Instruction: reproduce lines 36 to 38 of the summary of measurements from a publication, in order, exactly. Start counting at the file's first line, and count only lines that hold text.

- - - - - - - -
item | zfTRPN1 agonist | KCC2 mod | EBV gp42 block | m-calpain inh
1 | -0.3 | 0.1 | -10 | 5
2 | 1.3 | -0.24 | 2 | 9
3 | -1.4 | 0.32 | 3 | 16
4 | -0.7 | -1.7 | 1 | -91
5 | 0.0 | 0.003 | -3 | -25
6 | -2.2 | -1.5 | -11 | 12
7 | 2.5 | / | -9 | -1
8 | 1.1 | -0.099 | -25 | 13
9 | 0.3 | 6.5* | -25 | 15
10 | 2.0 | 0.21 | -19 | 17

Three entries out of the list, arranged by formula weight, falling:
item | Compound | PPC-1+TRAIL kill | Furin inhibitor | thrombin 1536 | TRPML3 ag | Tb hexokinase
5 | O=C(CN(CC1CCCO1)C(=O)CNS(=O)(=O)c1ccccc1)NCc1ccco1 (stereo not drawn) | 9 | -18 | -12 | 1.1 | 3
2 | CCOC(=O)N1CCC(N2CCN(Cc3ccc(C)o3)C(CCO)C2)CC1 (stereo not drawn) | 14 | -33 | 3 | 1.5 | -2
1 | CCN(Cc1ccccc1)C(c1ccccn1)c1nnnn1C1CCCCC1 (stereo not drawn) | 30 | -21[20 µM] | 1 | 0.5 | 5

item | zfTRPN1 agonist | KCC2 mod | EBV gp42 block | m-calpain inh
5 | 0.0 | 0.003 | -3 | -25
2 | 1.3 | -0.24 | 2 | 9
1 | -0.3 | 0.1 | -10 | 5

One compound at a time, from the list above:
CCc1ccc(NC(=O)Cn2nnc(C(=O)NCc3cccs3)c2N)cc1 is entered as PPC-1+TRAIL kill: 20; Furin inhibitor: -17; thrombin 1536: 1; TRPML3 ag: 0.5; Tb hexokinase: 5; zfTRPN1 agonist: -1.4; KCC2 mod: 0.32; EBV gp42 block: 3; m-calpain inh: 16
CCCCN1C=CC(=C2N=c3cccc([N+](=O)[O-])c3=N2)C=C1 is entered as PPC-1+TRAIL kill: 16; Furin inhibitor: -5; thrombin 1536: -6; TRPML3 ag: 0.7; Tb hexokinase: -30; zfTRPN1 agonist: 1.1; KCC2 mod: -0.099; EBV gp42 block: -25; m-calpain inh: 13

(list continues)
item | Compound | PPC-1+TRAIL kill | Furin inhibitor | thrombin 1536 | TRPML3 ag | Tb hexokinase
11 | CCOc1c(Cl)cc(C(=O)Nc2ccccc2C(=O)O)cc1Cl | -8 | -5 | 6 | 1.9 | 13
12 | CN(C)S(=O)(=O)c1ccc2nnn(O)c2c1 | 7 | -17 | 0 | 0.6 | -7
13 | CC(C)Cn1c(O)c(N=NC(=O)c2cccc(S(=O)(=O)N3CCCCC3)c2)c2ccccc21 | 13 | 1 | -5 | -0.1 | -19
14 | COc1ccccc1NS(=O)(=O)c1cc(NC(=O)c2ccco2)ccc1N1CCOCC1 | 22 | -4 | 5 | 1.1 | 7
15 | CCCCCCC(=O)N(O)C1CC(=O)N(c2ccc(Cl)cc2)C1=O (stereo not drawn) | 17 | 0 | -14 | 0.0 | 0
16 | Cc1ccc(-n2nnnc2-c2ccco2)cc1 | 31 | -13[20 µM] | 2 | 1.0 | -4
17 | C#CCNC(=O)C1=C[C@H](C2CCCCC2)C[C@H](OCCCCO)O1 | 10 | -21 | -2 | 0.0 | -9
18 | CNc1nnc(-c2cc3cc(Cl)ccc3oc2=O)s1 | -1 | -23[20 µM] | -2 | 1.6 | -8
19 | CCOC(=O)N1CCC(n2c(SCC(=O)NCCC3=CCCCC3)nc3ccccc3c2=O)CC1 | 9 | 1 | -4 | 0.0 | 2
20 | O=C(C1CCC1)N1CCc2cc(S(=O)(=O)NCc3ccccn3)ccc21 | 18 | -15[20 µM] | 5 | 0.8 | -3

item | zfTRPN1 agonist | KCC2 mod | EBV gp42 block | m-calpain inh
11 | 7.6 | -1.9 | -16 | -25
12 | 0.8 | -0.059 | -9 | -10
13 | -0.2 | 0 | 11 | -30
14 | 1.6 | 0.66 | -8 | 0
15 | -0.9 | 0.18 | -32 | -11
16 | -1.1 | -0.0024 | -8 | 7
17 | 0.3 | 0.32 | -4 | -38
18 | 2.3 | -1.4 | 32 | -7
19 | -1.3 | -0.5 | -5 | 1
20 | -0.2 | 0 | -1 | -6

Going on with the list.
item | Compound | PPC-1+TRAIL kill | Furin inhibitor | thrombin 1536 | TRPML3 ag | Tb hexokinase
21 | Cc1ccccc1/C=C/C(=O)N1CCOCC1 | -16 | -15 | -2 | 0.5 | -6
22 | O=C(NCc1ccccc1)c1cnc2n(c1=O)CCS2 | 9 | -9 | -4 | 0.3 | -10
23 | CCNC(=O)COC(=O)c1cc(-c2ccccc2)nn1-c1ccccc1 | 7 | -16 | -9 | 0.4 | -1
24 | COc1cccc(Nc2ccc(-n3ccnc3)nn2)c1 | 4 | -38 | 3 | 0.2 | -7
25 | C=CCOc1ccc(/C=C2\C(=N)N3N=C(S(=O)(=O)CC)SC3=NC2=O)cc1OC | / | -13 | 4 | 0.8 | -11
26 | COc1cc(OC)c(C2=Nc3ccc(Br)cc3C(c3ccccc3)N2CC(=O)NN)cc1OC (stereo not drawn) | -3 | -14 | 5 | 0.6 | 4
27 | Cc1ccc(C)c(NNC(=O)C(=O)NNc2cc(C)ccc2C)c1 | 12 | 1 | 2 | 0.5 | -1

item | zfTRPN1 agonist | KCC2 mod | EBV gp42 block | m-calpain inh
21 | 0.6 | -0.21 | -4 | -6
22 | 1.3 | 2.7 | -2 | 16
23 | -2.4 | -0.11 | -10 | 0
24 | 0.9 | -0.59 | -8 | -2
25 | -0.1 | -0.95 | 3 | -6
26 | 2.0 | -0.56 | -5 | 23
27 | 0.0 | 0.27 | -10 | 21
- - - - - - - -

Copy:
item | zfTRPN1 agonist | KCC2 mod | EBV gp42 block | m-calpain inh
11 | 7.6 | -1.9 | -16 | -25
12 | 0.8 | -0.059 | -9 | -10